It has been suggested that a rise in blood pressure (BP) causes low-grade inflammation of the endothelium which, in turn, may be responsible for further damage of endothelium and worsening of BP control. The aim of the study was to evaluate serum levels of inflammation and endothelial activation markers in children with obesity-related hypertension and normotensive controls in relation to other traditional risk factors of arterial hypertension.
Plasma insulin, glucose, C-reactive protein (CRP), fibrinogen (FB) interleukin-6 (IL-6), interleukin-1 beta (IL-1 beta), intercellular cell adhesion molecule-1 (ICAM-1), vascular cell adhesion molecule-1 (VCAM-1) and lipids levels were determined in 50 children with obesity-related hypertension and 143 obese children with normal BP. Insulin resistance was assessed by the homeostasis model.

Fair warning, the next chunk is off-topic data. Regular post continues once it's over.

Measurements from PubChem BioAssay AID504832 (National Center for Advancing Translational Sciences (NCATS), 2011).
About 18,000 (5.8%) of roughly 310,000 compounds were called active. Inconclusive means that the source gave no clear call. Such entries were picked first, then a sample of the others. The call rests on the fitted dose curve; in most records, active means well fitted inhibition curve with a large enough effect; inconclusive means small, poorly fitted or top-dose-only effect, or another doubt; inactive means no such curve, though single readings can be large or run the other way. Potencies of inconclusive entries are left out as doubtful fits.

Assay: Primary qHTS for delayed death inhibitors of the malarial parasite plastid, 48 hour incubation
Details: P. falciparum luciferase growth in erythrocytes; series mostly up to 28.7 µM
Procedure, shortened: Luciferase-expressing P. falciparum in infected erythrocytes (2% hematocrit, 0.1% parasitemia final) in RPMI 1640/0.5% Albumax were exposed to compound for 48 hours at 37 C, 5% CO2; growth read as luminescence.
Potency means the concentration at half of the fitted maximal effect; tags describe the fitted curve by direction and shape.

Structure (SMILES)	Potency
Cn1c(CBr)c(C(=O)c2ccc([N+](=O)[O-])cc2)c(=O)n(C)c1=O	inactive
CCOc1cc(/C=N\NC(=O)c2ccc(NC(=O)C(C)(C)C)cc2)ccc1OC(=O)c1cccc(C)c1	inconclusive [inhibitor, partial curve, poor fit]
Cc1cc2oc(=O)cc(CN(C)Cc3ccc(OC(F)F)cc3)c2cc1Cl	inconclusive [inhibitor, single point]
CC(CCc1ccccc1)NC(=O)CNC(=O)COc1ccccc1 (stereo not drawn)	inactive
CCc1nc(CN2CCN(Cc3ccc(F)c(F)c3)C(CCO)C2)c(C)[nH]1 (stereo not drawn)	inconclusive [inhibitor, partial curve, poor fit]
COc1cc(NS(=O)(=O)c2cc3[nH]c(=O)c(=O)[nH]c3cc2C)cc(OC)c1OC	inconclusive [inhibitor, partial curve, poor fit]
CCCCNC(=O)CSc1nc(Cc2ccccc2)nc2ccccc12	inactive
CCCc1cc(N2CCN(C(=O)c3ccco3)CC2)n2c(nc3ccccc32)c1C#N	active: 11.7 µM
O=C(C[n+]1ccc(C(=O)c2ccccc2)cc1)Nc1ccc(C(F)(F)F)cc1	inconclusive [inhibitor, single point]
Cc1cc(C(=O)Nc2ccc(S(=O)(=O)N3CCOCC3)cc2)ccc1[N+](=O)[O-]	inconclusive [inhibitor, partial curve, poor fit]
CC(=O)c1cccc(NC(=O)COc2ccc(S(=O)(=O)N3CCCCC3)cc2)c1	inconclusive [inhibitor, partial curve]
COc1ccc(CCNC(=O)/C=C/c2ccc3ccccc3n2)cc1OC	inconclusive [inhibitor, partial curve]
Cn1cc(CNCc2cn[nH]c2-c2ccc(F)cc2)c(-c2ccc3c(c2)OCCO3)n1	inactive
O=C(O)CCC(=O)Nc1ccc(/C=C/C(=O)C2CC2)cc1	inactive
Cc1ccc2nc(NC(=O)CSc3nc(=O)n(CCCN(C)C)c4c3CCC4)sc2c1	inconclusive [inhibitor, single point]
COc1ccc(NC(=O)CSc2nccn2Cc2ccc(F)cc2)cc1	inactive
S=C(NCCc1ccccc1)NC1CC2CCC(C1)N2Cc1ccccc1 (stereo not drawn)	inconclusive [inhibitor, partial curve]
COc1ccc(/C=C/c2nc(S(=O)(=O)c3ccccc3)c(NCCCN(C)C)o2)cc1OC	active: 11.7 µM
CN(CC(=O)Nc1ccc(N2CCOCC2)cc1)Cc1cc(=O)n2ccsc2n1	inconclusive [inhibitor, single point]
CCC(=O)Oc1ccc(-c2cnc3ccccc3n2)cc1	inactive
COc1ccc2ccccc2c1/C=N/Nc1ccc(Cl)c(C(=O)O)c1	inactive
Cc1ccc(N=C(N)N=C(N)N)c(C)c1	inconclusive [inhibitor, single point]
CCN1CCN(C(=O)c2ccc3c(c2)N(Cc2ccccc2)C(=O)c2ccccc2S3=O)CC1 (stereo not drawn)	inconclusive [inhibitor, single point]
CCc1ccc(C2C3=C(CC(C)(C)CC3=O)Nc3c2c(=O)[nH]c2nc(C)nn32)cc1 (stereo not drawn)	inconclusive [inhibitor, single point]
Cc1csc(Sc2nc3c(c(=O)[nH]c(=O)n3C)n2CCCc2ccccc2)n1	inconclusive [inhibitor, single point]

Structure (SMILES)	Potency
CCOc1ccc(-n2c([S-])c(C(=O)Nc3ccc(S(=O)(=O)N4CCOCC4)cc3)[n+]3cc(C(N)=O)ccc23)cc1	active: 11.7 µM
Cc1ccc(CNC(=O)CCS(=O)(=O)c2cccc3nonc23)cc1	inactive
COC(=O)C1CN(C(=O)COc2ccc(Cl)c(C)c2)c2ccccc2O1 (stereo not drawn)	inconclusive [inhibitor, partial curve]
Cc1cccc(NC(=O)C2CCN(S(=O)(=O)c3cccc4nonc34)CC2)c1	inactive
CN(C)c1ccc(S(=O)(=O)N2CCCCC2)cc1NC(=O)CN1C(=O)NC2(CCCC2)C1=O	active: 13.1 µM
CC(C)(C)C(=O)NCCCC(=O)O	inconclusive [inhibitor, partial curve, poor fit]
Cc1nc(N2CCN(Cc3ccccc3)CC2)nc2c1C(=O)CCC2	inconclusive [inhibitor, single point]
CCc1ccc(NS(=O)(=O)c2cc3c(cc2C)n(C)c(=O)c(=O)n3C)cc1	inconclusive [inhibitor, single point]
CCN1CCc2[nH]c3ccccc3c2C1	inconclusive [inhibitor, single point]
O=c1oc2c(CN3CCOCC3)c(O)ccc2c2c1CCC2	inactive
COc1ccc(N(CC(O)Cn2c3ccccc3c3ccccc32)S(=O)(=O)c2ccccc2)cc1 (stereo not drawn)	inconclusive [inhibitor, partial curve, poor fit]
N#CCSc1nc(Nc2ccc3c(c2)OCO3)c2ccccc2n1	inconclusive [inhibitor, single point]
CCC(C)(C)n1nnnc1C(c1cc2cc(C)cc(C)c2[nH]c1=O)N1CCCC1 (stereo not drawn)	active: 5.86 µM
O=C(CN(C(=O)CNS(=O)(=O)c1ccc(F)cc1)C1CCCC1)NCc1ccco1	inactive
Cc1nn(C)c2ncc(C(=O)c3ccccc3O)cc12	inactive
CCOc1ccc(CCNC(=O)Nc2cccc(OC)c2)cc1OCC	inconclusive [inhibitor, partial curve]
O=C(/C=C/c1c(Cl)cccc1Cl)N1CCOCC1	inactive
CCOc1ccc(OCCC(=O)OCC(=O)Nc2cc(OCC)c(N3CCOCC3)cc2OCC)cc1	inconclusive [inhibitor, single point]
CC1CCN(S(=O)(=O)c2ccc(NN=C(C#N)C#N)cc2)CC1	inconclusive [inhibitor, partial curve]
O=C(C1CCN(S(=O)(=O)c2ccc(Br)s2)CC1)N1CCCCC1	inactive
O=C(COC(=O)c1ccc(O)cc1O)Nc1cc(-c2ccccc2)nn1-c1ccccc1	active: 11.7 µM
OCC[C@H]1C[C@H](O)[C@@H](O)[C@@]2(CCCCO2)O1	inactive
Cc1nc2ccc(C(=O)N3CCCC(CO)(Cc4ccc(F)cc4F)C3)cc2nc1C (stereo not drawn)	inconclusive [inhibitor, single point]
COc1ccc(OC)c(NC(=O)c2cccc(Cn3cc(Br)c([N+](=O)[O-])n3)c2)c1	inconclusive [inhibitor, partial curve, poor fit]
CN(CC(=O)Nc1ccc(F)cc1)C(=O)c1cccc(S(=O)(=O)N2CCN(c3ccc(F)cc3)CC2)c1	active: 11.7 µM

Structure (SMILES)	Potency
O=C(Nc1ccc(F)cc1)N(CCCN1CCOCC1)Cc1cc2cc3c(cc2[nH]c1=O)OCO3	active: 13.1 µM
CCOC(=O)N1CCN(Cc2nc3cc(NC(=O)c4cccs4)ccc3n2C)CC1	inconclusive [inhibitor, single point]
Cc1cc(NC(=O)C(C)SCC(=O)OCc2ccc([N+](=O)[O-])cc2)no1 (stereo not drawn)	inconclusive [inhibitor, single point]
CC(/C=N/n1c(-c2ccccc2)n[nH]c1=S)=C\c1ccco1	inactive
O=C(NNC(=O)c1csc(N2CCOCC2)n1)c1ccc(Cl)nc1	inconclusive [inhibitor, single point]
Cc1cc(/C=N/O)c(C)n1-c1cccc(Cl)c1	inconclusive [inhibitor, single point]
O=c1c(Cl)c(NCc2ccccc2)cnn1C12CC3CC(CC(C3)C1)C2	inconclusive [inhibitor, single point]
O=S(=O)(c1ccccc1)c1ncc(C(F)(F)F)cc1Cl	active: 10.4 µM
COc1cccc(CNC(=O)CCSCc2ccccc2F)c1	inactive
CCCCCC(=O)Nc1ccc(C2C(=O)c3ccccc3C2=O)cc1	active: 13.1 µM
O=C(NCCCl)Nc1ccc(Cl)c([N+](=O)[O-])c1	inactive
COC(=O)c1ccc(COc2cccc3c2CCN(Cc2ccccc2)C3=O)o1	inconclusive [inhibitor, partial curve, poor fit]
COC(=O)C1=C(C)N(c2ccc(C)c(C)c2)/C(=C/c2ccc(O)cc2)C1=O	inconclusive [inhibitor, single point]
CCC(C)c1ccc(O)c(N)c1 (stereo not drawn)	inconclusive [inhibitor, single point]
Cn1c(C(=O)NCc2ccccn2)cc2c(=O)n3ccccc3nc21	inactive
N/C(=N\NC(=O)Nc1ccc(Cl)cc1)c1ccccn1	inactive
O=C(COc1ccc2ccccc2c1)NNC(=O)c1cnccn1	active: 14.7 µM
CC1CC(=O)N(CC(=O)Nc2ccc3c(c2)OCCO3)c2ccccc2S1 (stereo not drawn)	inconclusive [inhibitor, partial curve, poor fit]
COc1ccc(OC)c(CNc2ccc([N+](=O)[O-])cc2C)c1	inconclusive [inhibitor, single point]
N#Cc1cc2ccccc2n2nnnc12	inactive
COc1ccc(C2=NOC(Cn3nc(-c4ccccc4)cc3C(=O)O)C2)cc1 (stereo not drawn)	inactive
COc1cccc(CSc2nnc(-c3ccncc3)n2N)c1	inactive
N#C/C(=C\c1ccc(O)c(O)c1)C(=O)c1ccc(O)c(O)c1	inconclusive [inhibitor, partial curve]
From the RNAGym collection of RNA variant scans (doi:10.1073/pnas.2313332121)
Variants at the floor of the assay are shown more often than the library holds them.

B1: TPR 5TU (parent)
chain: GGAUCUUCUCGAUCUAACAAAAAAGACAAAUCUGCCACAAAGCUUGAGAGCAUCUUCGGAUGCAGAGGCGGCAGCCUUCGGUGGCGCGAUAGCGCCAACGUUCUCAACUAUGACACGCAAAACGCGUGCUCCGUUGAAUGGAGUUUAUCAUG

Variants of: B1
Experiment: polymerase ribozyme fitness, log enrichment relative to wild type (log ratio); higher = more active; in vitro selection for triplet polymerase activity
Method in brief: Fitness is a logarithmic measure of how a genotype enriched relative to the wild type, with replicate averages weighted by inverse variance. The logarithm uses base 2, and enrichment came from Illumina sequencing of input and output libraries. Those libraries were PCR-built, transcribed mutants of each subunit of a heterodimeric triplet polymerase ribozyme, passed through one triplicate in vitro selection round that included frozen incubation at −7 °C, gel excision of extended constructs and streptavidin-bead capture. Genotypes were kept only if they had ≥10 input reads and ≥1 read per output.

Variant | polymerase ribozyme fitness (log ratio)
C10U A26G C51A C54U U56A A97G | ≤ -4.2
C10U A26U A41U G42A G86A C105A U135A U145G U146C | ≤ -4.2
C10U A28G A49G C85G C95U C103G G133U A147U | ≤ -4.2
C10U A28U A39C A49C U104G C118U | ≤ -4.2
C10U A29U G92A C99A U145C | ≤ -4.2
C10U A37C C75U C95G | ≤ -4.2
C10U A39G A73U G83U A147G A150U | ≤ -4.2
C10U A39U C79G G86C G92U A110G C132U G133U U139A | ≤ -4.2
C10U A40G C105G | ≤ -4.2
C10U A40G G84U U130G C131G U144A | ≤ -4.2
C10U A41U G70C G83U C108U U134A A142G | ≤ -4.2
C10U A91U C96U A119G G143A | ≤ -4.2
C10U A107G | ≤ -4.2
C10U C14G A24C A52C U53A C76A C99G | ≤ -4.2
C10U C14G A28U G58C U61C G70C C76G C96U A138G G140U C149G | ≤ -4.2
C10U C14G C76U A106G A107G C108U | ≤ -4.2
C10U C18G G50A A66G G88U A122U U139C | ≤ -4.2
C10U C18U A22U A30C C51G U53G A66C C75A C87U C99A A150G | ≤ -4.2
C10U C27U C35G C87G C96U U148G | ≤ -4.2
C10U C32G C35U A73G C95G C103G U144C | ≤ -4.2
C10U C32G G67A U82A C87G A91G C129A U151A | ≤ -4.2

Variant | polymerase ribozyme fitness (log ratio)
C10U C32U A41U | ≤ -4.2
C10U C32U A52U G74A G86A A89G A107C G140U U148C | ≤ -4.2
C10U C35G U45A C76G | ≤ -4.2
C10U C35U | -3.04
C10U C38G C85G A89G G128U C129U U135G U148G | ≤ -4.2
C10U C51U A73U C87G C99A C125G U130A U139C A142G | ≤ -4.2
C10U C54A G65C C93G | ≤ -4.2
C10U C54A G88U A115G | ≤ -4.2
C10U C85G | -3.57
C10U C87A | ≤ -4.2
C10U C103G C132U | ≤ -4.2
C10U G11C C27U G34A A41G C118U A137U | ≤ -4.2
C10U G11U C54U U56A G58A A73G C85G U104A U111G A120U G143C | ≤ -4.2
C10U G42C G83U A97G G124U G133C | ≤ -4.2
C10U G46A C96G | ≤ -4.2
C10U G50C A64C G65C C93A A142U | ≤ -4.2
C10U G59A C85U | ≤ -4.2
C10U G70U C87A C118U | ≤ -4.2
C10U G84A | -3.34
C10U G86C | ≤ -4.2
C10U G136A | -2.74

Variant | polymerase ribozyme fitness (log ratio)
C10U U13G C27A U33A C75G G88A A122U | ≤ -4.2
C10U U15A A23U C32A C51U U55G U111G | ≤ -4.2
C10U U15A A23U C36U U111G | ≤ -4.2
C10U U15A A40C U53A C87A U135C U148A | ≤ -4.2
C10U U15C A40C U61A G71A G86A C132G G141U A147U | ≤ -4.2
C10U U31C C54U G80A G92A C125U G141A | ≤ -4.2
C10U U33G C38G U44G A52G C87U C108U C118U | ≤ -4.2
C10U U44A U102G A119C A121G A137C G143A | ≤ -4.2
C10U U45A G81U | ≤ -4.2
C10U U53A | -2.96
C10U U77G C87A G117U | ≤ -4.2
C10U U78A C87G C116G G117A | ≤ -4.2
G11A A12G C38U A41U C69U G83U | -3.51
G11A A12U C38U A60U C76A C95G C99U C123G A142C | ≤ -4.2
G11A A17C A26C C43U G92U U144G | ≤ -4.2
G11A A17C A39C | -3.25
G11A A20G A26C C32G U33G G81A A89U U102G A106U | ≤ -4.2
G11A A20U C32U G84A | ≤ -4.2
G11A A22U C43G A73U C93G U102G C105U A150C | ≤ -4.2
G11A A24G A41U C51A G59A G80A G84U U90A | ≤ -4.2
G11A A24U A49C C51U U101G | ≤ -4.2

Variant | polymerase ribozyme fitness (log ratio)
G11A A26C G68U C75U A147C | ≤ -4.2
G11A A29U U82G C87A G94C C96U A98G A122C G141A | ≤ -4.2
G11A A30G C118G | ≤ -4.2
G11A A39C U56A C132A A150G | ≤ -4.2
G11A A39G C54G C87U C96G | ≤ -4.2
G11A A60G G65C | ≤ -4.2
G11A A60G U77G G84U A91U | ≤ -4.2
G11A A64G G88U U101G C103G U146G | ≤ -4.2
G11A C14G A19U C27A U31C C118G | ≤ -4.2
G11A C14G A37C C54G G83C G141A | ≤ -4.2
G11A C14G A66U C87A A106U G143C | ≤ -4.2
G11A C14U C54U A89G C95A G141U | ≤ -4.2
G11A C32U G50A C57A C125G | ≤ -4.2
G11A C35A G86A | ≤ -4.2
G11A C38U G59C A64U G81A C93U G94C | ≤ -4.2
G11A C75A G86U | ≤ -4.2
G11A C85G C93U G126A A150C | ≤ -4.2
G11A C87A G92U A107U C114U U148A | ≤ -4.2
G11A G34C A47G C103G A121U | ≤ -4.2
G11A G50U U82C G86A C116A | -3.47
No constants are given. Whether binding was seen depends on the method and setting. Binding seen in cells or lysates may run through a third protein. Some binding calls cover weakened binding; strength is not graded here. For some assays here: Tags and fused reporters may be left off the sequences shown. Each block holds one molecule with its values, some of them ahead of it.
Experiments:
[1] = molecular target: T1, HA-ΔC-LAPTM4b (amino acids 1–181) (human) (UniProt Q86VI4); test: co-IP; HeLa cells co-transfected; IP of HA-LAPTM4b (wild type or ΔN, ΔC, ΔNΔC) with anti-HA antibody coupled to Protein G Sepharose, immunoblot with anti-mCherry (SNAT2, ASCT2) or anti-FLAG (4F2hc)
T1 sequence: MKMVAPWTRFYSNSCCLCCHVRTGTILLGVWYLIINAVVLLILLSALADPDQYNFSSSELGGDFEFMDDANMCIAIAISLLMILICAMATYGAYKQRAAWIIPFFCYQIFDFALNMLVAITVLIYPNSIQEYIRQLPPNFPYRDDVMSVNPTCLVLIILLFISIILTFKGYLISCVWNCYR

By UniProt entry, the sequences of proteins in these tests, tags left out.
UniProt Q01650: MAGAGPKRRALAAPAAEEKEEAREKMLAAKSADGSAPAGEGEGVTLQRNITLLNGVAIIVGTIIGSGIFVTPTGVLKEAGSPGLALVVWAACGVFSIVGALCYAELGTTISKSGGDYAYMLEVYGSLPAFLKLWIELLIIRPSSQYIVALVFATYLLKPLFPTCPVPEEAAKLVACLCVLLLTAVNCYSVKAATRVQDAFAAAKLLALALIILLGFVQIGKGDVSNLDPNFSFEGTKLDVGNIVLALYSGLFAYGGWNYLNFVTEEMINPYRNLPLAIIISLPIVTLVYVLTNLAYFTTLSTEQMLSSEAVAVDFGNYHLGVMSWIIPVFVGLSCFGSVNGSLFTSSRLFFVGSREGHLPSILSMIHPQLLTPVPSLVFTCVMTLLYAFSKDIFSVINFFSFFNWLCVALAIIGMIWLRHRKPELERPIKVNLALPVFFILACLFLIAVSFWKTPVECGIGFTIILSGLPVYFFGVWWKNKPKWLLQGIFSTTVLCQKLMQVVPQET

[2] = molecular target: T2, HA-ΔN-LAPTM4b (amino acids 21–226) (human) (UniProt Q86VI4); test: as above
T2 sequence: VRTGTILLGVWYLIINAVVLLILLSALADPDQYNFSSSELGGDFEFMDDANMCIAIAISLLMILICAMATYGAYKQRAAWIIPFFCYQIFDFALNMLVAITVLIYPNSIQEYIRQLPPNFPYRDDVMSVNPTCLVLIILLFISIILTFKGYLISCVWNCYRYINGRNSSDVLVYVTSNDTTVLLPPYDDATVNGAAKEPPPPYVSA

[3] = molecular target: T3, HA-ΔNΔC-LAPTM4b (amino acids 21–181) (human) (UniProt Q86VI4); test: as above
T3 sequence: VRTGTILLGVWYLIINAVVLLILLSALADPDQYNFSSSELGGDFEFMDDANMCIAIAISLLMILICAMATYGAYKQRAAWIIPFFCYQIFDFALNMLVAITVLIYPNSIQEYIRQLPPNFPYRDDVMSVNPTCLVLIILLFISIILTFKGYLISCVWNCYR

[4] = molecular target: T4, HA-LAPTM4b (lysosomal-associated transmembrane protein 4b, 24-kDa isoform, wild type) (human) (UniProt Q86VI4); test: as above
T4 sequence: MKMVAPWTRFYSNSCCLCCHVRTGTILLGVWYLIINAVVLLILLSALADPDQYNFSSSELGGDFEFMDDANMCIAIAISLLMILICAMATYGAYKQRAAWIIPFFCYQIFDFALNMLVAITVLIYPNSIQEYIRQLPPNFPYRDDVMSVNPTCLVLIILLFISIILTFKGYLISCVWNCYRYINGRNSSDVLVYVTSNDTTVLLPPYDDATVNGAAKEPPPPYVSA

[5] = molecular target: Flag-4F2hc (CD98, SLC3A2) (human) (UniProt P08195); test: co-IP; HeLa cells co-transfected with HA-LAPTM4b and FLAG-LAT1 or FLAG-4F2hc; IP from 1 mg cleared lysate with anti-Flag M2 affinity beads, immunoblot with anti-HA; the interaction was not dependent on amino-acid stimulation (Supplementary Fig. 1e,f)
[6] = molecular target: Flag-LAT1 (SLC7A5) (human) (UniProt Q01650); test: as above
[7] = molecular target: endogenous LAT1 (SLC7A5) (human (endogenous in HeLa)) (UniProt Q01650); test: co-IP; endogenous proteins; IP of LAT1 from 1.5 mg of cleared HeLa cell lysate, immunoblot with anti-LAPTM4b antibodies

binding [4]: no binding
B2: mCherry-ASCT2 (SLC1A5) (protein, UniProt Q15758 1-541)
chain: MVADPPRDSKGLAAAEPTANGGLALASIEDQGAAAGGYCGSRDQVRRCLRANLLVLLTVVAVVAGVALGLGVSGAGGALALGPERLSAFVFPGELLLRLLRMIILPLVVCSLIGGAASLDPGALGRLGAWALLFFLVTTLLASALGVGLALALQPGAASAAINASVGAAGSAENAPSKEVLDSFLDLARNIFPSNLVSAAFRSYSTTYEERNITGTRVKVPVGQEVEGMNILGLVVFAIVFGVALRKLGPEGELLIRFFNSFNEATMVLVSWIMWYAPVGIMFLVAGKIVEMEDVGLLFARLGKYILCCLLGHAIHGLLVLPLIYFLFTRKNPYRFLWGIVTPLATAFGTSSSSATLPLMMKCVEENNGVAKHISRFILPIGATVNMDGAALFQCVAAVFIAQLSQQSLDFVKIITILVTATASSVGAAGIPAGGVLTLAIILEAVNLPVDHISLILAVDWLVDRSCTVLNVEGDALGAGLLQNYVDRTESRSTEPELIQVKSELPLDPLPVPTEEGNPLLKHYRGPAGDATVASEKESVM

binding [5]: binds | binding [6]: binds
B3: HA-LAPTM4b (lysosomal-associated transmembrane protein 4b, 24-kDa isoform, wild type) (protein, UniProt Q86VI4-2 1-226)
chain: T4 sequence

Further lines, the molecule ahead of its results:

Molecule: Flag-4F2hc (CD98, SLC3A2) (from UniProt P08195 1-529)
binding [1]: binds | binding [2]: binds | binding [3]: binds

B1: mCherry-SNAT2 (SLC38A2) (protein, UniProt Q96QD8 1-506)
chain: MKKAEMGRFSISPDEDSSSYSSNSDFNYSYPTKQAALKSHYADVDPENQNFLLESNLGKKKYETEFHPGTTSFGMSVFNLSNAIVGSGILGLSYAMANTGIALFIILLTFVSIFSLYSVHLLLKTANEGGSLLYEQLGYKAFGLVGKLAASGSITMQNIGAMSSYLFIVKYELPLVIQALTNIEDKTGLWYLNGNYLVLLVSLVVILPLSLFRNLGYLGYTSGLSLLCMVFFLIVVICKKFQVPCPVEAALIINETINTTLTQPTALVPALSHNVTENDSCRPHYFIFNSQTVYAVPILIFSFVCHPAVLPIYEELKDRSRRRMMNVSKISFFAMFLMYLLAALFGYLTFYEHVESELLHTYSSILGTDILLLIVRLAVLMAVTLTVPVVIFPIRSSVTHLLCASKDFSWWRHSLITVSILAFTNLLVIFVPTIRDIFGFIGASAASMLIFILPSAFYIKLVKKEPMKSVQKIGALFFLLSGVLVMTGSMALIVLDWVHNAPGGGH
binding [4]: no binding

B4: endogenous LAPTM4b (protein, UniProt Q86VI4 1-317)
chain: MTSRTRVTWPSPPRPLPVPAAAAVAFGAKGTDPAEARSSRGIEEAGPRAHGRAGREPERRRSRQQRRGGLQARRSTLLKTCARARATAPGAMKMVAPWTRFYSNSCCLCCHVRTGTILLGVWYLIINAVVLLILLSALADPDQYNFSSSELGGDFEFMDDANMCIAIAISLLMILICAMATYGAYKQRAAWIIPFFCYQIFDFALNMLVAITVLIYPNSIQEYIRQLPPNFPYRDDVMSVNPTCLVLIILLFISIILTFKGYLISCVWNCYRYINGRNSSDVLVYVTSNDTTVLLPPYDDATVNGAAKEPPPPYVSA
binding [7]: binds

Children with hypertension had significantly higher levels of all inflammatory markers as well as endothelial activation indices compared with normotensive subjects. In the stepwise regression model significant independent correlates for systolic BP were CRP, FB, VCAM-1, HOMA IR, LDL cholesterol and fat mass, whereas CRP, IL-6, ICAM-1, FB, LDL and HDL cholesterol were the determinants of diastolic BP in children with obesity-related hypertension.
These results indicate that low-grade inflammation and endothelial dysfunction are closely involved in the pathogenesis of obesity-related hypertension relatively early in life.